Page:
The next step in digital art tools is a drawing monitor. Of course the primary difference between a drawing pad and a drawing monitor (aka pen display) is that the drawing surface is also a screen. The Cadillac of drawing monitors is the Wacom Cintiq line. Wacom popularized the technology first and owns several patents around the technology. Their screen based products are quite expensive, especially if you’re not using them for professional reasons. My son and I are not able to spend thousands of dollars on a digital art device so we needed to find an alternative. Lucky for us, several key patents for pen tech have expired or are about to expire. As a result, there are lots of competitors on the market that understand if they want “everyday” people to consider purchasing this type of device; the price point needs to be much lower.

I never purchase a new gizmo or gadget over $50.00 without doing a ton of research first. In this case, I’ve worked with pen displays through-out my career and know several professional digital artists. My experience and their recommendations were combined with hours of research online (lots of YouTube reviews) by myself and my son to produce our short list.

In the end, we chose the XP-Pen because the Huinon was so large that it would always require a stand and sometimes we like to draw on our lap. The Parblo Coast had a lot of complaints on various blogs for driver issues with Photoshop. Although, from their descriptions, I think it was probably a failure to adjust the refresh rates in their video driver.

XP-Pen

The XP-Pen was easy to set up; just go to their web-site and download the newest drivers, hook up the included cable(s) and hit the power button. If your system is relatively new you should be able to plug the USB power cable in to one port and the controller cable into another. It comes with a power adaptor and plug fittings for both the US and Europe. It also ships with a mini display-port to HDMI adapter cable. They have drivers for both Windows and MAC so no matter your computer preference, it should work well.

There’s a reported issue with many of these tablet devices blinking or flickering while you’re using them. If this happens to you, try adjusting the refresh rate of your video card to match the 60Hz refresh rate of the screen. For some reason it gets auto-deteced at 59Hz and this causes the flicker. In Windows just search for Display Settings, then click Display Adapter Properties and use the drop down to select 60Hz.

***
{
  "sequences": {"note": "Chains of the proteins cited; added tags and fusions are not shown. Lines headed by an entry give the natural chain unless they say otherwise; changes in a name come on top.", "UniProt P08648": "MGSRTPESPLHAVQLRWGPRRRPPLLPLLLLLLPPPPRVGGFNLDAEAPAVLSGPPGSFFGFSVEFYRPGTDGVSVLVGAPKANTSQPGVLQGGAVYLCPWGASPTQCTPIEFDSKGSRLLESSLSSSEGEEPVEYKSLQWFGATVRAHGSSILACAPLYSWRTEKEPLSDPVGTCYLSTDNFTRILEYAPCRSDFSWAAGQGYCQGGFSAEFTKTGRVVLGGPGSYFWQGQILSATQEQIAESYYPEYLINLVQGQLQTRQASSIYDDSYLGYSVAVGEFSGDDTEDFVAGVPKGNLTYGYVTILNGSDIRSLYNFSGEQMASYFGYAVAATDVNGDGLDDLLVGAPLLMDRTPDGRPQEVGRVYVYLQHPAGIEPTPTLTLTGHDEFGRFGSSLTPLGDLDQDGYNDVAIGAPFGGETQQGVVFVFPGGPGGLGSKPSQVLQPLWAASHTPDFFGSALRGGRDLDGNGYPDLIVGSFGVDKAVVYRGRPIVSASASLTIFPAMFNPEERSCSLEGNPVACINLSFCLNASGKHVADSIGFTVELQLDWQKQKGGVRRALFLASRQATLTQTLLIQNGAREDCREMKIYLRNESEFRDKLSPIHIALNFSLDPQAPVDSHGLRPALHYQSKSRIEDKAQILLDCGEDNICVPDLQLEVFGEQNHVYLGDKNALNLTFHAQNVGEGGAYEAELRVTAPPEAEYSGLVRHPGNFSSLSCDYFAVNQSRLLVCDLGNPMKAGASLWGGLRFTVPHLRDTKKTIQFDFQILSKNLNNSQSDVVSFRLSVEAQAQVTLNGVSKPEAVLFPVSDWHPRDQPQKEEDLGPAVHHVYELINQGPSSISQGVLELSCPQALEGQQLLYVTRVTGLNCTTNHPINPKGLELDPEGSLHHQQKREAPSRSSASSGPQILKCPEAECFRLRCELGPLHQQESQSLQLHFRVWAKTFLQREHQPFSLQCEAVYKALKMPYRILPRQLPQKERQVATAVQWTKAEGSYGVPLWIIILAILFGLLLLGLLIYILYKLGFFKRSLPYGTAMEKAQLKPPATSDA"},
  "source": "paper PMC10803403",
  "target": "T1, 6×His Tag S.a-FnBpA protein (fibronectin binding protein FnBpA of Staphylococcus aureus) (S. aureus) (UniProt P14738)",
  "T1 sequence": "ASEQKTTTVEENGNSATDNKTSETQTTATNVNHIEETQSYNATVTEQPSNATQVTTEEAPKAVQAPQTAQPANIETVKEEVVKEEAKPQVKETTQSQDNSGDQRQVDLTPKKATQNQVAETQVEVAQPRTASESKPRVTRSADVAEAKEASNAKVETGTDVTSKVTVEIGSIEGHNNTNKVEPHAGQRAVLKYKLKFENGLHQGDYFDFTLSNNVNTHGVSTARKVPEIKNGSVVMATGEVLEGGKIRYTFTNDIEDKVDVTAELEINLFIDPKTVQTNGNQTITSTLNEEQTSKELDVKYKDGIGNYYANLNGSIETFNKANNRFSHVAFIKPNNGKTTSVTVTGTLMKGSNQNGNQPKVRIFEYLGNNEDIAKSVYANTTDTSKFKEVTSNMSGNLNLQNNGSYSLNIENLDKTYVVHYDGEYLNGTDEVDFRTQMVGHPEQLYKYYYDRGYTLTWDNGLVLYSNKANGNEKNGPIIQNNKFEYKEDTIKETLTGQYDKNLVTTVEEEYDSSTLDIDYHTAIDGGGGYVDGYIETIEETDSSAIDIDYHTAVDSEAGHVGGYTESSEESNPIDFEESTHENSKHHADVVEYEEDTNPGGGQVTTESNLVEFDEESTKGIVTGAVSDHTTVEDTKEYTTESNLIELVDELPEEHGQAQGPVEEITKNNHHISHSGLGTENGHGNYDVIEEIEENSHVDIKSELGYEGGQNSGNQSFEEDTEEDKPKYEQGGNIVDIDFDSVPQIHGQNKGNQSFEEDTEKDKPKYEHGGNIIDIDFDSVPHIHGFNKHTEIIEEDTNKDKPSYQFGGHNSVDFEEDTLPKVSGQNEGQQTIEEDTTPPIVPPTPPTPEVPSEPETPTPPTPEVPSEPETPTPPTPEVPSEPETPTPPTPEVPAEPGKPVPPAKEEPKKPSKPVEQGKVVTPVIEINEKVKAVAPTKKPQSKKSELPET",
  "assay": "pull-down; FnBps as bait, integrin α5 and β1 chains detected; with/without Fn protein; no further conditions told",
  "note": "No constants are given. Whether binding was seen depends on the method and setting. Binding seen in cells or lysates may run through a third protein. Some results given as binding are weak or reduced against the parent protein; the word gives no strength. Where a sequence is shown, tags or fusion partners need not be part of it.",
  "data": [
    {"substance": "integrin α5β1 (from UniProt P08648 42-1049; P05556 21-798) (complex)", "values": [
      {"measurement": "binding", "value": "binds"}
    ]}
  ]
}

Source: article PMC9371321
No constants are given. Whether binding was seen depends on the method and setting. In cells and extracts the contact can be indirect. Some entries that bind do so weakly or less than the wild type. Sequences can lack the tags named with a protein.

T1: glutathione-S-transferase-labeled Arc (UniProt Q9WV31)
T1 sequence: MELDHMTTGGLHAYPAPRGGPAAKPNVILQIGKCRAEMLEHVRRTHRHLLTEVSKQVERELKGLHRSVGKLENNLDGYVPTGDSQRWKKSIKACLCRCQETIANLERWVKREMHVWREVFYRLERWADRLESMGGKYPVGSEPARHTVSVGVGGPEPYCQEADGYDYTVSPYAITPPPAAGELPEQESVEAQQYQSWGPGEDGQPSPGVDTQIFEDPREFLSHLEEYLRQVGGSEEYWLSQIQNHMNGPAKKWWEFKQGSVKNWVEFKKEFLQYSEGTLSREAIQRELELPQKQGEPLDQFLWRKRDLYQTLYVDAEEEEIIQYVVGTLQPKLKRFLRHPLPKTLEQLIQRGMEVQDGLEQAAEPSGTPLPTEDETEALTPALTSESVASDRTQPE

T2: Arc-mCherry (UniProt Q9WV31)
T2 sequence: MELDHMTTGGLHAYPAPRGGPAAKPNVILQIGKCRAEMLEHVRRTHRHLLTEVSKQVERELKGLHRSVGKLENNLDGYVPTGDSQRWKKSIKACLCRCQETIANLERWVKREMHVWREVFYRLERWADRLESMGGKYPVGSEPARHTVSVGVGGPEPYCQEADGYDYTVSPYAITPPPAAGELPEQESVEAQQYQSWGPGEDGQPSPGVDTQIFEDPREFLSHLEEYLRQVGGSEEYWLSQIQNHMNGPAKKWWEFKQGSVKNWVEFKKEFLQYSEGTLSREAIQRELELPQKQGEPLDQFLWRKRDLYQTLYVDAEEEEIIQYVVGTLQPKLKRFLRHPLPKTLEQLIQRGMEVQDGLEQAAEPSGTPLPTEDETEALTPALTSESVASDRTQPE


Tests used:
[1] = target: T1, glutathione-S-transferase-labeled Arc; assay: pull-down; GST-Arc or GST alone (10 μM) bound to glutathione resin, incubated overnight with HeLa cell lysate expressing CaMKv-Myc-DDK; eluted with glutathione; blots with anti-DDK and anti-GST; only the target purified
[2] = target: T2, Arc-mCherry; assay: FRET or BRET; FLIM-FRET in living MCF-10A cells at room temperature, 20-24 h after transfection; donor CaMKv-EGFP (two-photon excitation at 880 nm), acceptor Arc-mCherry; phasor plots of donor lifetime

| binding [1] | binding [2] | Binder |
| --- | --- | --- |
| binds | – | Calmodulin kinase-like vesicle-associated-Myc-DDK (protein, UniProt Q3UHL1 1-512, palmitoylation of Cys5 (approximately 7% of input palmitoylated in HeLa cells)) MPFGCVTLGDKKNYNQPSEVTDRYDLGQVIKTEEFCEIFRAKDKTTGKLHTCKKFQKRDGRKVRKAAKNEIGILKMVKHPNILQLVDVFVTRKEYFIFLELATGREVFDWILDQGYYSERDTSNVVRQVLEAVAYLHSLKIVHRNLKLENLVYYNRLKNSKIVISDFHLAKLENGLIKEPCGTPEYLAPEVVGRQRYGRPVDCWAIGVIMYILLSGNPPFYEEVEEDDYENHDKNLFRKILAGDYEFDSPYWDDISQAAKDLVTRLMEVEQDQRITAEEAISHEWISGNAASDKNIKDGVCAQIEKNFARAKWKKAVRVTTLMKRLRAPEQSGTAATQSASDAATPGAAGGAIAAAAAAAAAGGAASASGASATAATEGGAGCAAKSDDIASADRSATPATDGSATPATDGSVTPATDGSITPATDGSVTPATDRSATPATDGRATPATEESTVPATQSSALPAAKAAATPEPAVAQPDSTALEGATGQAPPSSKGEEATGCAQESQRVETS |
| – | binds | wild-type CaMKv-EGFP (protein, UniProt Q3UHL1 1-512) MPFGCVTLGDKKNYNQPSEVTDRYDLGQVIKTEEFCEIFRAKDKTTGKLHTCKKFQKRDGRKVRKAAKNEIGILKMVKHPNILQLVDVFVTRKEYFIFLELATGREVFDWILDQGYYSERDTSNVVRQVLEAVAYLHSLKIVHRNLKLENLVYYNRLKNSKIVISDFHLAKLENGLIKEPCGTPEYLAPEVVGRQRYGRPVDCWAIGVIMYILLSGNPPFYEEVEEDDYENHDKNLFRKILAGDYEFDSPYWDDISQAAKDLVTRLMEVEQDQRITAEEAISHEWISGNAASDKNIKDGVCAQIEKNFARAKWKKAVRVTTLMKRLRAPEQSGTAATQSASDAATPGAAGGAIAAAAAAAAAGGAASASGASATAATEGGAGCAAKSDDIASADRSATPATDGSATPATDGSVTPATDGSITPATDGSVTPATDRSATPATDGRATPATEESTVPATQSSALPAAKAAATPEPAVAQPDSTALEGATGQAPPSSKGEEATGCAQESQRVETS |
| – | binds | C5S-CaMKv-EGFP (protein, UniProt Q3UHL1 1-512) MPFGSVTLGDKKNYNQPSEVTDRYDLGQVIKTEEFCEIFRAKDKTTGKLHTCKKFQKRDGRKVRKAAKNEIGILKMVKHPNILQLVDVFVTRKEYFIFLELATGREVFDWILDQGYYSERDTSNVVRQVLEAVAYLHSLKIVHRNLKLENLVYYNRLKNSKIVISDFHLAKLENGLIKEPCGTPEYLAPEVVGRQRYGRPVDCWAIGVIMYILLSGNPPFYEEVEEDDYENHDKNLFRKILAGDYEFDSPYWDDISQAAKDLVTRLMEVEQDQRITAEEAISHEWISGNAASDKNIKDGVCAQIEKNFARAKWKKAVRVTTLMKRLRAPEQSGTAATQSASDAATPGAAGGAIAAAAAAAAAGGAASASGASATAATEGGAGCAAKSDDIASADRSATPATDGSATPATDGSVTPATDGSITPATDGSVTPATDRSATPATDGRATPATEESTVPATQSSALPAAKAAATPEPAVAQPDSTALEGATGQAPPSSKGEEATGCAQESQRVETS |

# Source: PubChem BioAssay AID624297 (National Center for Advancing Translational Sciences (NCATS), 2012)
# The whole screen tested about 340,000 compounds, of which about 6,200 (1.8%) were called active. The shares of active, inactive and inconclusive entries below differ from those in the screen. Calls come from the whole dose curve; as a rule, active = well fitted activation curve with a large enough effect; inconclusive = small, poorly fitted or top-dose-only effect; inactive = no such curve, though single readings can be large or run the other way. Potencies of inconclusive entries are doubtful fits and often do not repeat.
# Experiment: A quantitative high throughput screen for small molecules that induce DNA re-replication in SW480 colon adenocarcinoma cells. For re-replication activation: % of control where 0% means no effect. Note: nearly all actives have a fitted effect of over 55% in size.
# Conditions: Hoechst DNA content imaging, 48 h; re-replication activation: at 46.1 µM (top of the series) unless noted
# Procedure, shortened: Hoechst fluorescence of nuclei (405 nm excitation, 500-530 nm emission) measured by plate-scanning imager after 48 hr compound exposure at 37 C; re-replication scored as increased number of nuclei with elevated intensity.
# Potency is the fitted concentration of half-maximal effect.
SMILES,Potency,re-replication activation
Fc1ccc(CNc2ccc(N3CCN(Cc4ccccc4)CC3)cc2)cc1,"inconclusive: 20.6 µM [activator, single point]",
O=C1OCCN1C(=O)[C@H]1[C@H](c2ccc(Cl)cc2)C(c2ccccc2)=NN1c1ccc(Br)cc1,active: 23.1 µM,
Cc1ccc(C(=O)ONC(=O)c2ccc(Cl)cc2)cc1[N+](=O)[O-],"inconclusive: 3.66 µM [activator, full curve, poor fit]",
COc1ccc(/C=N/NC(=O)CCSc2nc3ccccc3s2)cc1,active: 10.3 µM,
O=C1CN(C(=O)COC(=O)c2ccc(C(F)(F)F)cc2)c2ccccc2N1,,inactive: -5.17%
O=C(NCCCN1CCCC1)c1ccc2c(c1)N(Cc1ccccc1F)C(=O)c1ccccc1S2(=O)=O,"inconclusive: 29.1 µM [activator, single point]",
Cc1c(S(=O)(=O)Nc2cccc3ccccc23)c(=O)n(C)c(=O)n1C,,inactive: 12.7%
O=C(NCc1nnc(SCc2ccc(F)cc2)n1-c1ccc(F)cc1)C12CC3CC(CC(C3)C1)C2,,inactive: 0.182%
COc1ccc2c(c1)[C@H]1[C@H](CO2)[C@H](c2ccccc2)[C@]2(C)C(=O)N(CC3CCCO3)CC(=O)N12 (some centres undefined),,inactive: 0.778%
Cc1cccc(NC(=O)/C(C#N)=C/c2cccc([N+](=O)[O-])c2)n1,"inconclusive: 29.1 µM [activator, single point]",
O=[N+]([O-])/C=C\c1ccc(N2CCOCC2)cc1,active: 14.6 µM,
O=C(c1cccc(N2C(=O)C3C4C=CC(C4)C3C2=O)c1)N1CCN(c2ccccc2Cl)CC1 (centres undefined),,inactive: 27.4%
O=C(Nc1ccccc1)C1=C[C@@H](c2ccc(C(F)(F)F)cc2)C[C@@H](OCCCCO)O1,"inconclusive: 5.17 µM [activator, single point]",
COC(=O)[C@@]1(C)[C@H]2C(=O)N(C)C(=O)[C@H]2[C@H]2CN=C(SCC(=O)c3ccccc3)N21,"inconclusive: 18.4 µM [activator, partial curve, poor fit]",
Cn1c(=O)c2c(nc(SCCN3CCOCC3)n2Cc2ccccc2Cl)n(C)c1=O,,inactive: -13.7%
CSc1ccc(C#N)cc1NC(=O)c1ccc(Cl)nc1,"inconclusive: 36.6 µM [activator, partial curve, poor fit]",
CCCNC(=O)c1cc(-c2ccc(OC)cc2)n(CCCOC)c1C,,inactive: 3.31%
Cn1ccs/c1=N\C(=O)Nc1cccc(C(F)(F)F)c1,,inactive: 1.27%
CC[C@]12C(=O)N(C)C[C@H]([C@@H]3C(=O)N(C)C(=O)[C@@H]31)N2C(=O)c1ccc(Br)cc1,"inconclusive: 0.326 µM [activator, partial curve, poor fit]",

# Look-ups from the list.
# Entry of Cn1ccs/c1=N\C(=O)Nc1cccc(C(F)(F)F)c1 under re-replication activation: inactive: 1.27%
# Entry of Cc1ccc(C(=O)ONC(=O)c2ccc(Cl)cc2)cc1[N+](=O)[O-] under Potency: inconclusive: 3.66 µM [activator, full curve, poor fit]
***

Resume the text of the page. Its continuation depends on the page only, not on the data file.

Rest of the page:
Refresh_Rate

This thing is fantastic. It’s the best overall drawing experience I’ve had to date. Part of the reason behind this is that the graphics are being driven by my Radeon GPU instead of a the Intel chipset my Surface Pro has. Even if that wasn’t the case, the drawing experience itself is better. The screen is not smooth like glass, there is a texture applied to it that offers a little tactile feedback to your strokes. The pen tracks well and suffers very little, if any parallax (pen tip and cursor don’t align). There’s a rocker switch on the side that adjusts the brightness and the colors look good.

The drivers work great. If you’re using it with Windows 10 and want the pressure sensitivity to work you’ll need to enable Windows Ink; search for it to find the settings. I tested it with the Adobe products, Paint.Net, Microsoft’s built-in apps, MediaBang, and Auto-Desk. It worked well on all of them.

My son and I both wish the tablet had more shortcut keys but that isn’t a deal breaker by any means. Also, we already had a tablet stand that we knew would work with this thing. If you don’t, you’ll need to consider buying theirs. There’s a bundle that includes the stand on Amazon or you can order it as an accessory from the XP-Pen website. There are also quite a few inexpensive tablet stands out there that would work well for it and I suspect that you could use a painting easel.

Overall we’re very happy with our purchase and would recommend it to anybody looking to use a digitizer for computer input. At $359.00 with free shipping from Amazon, it’s a bargain. If you’re wondering how that sketch of the truck came out, here it is with the color layer turned on. Thanks for reading.

TruckPainting